By Maram Abdelhamid
April 18, 2016 at 5:00 am ET
Earlier this month, dozens of public interest groups sent a letter to the Federal Communications Commission (FCC) demanding regulators take action regarding sponsored data and zero-rated programs – calling them a threat to the Open Internet. The letter claims – among other things – that these programs limit consumer choice and stand to disproportionally harm low income communities.
The notion that the FCC should ban them or impose onerous rules in order to benefit consumers, particularly low-income and minority consumers, is misguided. These programs actually give consumers more choices for services and how they use their data without charging them more. Given the smartphone dependency of low-income and minority consumers, it seems logical that they would benefit from sponsored data and zero-rated programs.
According to PEW Research, low-income consumers are “especially likely” to be smartphone dependent. Further, 12 percent of African Americans and 13 percent of Latinos are smartphone dependent too, compared with only 4 percent of whites. This means three times as many minority users’ primary—or potentially only—access point to the Internet is their smartphone.
While they’re using their smartphones to stream video, check social media, or text, they’re also using their smartphones to seek employment. Again, according to PEW, mobile consumers coming from households earning less than $30,000 annually are twice as likely to use their phone to access job opportunities and more than four times as likely to use their phone to actually submit a job application as compared to those from some higher earning households.
Sponsored data and zero-rated programs will not only benefit low-income and minority consumers, they will benefit mobile consumers more broadly. Take millennials as an example. This generation seemingly uses their smartphones for everything. In fact, 85 percent of millennials own a smartphone. It’s their entertainment, GPS, library, and lifeline to social media. It’s also their resource to job postings, information, and new opportunities. PEW data shows that over 30 percent of millennial smart phone owners used their phone to submit a job or internship application.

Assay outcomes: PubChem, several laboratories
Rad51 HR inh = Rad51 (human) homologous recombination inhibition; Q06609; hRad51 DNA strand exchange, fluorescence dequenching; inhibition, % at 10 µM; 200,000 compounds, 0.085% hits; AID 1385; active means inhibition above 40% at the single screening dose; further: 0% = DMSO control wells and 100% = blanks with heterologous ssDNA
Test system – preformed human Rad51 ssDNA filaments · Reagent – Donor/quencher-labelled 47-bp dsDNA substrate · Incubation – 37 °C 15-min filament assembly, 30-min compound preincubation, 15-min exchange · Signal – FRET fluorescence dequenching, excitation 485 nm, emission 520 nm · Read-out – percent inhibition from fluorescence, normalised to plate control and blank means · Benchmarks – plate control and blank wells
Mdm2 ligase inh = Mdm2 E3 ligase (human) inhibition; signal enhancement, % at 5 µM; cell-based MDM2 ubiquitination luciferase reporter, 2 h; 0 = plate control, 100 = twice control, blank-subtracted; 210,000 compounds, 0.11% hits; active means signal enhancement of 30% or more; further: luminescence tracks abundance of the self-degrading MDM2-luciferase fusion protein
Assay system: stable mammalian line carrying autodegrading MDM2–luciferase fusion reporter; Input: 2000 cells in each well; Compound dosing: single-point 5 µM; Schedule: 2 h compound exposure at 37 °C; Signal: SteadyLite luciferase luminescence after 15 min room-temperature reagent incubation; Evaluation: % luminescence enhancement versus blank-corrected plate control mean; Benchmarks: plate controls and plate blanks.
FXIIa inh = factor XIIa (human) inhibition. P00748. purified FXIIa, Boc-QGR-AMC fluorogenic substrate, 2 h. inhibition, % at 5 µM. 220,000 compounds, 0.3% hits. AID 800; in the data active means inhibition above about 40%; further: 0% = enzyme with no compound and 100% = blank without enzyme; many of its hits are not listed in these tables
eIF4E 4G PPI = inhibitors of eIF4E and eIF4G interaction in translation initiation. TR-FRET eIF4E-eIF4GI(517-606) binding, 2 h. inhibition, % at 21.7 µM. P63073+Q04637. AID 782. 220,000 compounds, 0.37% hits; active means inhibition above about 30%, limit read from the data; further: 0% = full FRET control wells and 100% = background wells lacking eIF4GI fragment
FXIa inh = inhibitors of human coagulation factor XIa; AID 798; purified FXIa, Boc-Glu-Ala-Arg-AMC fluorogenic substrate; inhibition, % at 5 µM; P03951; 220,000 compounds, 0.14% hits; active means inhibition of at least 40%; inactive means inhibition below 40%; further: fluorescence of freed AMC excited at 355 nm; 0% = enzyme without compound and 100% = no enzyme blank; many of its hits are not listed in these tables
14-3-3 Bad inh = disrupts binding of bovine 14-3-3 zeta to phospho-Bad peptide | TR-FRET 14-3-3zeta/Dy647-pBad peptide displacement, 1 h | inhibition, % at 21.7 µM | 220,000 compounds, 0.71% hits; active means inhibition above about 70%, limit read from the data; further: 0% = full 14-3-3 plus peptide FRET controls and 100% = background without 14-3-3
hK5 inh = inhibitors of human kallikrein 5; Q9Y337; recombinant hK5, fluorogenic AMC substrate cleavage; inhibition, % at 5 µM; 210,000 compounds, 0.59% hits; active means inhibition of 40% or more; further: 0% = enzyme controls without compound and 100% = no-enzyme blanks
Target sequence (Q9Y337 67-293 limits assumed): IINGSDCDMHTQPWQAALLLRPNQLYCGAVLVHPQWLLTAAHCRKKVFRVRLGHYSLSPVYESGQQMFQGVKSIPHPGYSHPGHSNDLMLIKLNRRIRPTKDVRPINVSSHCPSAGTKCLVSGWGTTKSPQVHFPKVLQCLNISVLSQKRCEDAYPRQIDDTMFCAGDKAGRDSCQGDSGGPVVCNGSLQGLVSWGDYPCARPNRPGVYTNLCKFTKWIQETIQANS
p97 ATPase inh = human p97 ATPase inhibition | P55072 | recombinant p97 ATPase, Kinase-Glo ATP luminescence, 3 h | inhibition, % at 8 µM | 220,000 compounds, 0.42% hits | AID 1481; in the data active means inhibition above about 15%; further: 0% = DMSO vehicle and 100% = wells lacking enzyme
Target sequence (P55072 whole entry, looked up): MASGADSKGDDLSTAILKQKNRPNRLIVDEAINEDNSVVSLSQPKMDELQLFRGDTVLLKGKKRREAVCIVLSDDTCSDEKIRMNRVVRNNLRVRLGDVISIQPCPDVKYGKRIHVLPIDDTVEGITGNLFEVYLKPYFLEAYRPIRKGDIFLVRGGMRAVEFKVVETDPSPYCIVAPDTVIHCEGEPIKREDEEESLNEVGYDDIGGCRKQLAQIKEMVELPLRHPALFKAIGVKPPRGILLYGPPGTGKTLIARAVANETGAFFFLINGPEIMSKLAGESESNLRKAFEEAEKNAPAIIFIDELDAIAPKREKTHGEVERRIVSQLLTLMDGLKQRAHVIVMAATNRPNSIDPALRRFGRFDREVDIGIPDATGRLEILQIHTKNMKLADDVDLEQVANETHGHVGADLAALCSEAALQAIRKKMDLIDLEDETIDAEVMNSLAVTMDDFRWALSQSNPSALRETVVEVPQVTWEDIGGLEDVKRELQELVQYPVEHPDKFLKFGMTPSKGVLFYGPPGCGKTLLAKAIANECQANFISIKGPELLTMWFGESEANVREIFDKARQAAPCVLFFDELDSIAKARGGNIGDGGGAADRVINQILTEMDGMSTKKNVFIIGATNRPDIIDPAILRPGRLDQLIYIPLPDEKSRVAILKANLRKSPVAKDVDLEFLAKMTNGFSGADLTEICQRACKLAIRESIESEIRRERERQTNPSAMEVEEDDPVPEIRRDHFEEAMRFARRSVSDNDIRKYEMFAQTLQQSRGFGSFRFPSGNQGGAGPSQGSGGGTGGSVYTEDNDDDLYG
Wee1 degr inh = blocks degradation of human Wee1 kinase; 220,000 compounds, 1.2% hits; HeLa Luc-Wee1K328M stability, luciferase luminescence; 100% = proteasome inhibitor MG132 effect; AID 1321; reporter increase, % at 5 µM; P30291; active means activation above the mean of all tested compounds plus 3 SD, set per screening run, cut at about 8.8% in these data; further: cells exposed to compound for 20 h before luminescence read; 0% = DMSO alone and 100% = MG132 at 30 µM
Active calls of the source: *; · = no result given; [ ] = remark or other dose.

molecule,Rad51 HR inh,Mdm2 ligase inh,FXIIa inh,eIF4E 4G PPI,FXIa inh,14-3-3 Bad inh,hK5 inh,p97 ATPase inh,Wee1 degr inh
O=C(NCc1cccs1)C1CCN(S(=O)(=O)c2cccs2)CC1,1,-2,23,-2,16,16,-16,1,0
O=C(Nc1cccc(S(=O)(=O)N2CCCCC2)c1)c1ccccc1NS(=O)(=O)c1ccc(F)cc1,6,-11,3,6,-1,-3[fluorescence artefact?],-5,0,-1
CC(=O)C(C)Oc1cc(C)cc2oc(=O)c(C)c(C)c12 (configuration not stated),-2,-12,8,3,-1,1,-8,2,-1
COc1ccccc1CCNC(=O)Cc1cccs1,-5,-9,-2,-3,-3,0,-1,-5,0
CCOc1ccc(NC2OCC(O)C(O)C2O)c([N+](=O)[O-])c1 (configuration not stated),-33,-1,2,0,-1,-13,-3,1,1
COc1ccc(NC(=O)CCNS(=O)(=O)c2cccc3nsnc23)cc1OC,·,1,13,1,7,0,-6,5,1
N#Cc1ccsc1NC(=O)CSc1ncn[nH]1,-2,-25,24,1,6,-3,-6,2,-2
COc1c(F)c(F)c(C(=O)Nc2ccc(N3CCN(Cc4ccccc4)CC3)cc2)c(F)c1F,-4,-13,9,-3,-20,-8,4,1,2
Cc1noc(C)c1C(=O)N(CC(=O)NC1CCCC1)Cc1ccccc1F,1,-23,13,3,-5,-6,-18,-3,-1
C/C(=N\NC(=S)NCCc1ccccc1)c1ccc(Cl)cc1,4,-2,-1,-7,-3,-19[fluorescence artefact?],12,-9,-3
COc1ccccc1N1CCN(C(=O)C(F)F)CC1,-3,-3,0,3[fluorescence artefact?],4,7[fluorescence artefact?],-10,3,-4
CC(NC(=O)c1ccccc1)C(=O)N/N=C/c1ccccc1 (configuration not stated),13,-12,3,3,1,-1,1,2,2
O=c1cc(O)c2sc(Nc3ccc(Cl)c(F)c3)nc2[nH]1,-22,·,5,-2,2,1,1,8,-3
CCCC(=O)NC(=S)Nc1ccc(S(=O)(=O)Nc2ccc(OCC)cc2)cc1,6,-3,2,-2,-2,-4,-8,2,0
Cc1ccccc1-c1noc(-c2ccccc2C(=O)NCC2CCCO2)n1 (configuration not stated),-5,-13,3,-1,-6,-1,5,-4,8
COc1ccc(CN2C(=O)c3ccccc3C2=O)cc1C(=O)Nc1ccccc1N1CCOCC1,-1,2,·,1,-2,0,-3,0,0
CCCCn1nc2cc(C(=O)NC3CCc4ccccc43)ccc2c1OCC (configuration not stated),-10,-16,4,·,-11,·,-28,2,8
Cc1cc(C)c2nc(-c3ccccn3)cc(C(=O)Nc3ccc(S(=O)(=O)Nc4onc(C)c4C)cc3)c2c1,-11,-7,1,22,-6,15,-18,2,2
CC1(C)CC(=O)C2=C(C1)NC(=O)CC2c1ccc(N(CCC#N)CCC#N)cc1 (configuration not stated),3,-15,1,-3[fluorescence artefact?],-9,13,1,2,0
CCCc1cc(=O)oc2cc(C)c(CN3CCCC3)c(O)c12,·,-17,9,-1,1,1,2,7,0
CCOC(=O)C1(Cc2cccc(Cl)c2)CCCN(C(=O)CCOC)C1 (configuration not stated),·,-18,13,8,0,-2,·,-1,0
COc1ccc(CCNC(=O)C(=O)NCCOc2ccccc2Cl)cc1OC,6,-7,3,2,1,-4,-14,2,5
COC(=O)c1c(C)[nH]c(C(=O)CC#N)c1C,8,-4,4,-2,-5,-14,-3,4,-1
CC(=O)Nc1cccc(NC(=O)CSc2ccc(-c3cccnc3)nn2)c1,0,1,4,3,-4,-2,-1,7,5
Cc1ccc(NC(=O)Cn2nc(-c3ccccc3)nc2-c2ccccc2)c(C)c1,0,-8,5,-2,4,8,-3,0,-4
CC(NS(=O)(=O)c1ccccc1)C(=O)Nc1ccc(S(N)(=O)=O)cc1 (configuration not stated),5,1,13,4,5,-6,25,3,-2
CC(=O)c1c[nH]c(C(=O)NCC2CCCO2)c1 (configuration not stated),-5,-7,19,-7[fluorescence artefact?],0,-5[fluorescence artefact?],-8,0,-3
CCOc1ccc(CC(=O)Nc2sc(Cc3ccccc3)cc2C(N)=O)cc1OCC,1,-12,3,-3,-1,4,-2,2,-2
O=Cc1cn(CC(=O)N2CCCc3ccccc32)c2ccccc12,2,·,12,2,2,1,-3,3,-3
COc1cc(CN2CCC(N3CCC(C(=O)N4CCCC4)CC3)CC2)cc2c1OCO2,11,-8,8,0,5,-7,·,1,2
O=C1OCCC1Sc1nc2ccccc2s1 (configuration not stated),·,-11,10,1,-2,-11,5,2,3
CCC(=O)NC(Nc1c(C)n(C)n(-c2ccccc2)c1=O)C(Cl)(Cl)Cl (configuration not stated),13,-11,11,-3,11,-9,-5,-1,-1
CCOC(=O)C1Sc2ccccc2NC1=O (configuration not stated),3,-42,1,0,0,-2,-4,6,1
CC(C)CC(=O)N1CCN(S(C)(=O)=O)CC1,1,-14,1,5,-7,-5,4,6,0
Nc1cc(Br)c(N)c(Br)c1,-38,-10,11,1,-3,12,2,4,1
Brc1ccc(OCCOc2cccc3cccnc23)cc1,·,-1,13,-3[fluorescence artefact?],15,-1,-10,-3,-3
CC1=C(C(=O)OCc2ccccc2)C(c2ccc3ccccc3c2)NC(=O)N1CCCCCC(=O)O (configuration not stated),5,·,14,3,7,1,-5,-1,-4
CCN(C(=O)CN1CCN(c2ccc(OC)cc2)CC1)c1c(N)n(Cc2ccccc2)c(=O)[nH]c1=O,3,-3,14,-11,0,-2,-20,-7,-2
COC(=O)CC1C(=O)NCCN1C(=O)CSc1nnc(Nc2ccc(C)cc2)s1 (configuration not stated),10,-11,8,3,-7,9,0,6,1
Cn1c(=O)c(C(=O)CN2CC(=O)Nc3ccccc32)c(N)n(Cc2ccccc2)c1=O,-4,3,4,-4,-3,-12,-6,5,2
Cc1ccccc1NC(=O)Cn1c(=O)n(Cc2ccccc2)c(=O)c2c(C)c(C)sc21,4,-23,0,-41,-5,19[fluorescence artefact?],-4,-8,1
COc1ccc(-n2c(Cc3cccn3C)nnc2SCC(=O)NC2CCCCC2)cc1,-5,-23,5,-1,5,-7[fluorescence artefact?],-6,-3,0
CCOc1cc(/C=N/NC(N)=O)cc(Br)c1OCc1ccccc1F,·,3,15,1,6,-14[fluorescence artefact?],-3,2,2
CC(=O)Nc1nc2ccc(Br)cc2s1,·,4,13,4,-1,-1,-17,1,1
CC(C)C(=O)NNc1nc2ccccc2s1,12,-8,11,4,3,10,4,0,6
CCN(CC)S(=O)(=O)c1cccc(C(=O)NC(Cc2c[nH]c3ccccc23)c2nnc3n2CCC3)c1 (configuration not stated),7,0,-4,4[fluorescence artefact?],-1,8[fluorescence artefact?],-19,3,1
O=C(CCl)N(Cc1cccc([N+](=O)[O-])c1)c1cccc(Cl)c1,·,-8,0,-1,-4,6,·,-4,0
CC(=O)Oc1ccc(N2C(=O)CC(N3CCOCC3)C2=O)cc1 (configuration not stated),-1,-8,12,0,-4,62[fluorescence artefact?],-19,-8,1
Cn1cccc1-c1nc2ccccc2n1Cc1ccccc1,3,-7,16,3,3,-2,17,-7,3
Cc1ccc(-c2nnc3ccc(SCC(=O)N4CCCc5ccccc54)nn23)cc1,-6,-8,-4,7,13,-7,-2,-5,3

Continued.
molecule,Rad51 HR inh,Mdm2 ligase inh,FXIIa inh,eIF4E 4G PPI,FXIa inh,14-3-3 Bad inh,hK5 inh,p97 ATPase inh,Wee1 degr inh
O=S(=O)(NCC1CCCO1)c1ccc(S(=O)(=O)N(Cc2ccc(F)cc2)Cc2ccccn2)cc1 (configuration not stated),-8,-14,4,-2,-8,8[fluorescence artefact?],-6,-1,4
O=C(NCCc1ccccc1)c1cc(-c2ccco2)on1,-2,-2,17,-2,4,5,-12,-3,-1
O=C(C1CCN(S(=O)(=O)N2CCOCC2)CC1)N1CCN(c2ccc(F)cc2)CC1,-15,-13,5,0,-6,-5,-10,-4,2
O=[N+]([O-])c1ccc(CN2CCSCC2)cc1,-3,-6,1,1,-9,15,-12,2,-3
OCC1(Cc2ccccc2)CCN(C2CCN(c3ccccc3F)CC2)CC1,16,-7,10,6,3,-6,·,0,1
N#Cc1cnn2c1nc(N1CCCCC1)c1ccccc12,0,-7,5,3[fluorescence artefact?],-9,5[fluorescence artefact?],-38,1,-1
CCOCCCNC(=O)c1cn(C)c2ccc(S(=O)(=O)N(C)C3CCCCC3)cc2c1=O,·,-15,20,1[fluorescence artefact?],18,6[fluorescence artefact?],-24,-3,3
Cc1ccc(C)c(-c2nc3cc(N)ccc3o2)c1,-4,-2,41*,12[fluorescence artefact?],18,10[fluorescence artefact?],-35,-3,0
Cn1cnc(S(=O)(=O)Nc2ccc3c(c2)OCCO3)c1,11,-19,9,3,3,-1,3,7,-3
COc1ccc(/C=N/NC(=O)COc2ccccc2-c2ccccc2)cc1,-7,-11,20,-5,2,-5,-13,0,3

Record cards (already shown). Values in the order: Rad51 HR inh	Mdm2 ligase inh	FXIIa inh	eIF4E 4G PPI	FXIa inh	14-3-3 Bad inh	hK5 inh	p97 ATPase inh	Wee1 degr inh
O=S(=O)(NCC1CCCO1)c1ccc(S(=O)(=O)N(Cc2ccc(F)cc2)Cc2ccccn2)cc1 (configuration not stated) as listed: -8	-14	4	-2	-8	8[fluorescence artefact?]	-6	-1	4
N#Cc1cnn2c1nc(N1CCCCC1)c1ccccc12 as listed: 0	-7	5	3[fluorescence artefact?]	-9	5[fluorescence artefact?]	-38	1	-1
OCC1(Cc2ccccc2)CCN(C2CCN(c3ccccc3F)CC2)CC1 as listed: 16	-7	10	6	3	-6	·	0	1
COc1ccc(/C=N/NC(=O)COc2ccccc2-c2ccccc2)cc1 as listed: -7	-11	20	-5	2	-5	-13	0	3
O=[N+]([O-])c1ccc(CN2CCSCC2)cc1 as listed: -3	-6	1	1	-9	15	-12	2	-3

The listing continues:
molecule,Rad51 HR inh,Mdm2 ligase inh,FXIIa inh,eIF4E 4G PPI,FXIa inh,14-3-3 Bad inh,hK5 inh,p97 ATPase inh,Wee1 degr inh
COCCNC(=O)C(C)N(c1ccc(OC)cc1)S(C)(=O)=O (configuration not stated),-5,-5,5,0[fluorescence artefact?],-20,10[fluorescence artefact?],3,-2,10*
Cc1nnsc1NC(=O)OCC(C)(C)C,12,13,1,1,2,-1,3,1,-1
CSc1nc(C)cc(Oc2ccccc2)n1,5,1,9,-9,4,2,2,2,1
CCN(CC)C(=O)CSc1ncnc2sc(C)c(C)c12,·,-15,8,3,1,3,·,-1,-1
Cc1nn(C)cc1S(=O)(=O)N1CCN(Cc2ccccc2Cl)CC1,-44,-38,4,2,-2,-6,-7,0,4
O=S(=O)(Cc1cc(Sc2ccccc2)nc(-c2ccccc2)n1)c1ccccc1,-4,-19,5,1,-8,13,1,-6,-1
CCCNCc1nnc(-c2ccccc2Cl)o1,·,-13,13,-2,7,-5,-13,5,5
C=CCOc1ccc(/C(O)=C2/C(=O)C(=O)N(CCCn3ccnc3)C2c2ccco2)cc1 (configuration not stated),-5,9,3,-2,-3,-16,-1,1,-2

Despite the obvious benefits of these programs, net neutrality purists and special interest groups in Washington – such as those who sent a letter to the FCC this week – seem to think these programs “violate the spirit” of the FCC’s Net Neutrality rules – which ironically were in large part adopted to protect consumers, increase access, and promote competition. Regardless of the pressure being put on regulators by these tech elites and interest groups, the benefits of sponsored data and zero-rated programs are evident.
As a country, we should be doing all we can to help bring more people online and keep access affordable – which is why I believe these programs should be embraced by regulators and consumers alike. Options like T-Mobile’s Binge On, Verizon’s Go90, and AT&T’s Sponsored Data benefit consumers by allowing them to consume content from participating streaming companies, apps, and others without it counting toward their monthly data plan, leaving consumers with extra data each month to use as they see fit.
This concept isn’t new. Publishers sell advertising space to defray and reduce the cost to consumers buying newspapers, periodicals, and magazines. In fact, the principle behind the sponsored data services – two-sided markets – is common across many industries and truly benefits consumers.
There is not a one-size-fits-all solution for ensuring every American has access to broadband. Instead, it will take multiple programs, policies and new technologies to bridge the current gap. Closing the door on innovative services like sponsored data and zero-rated programs could widen the gap, leaving consumers with less options for accessing mobile content.
Maram Abdelhamid is the President and Founder of Liberty and Access for All, a nonpartisan/transpartisan nonprofit in Washington DC that is dedicated to training, mentoring and developing the next generation of leaders from the traditionally underrepresented and communities of color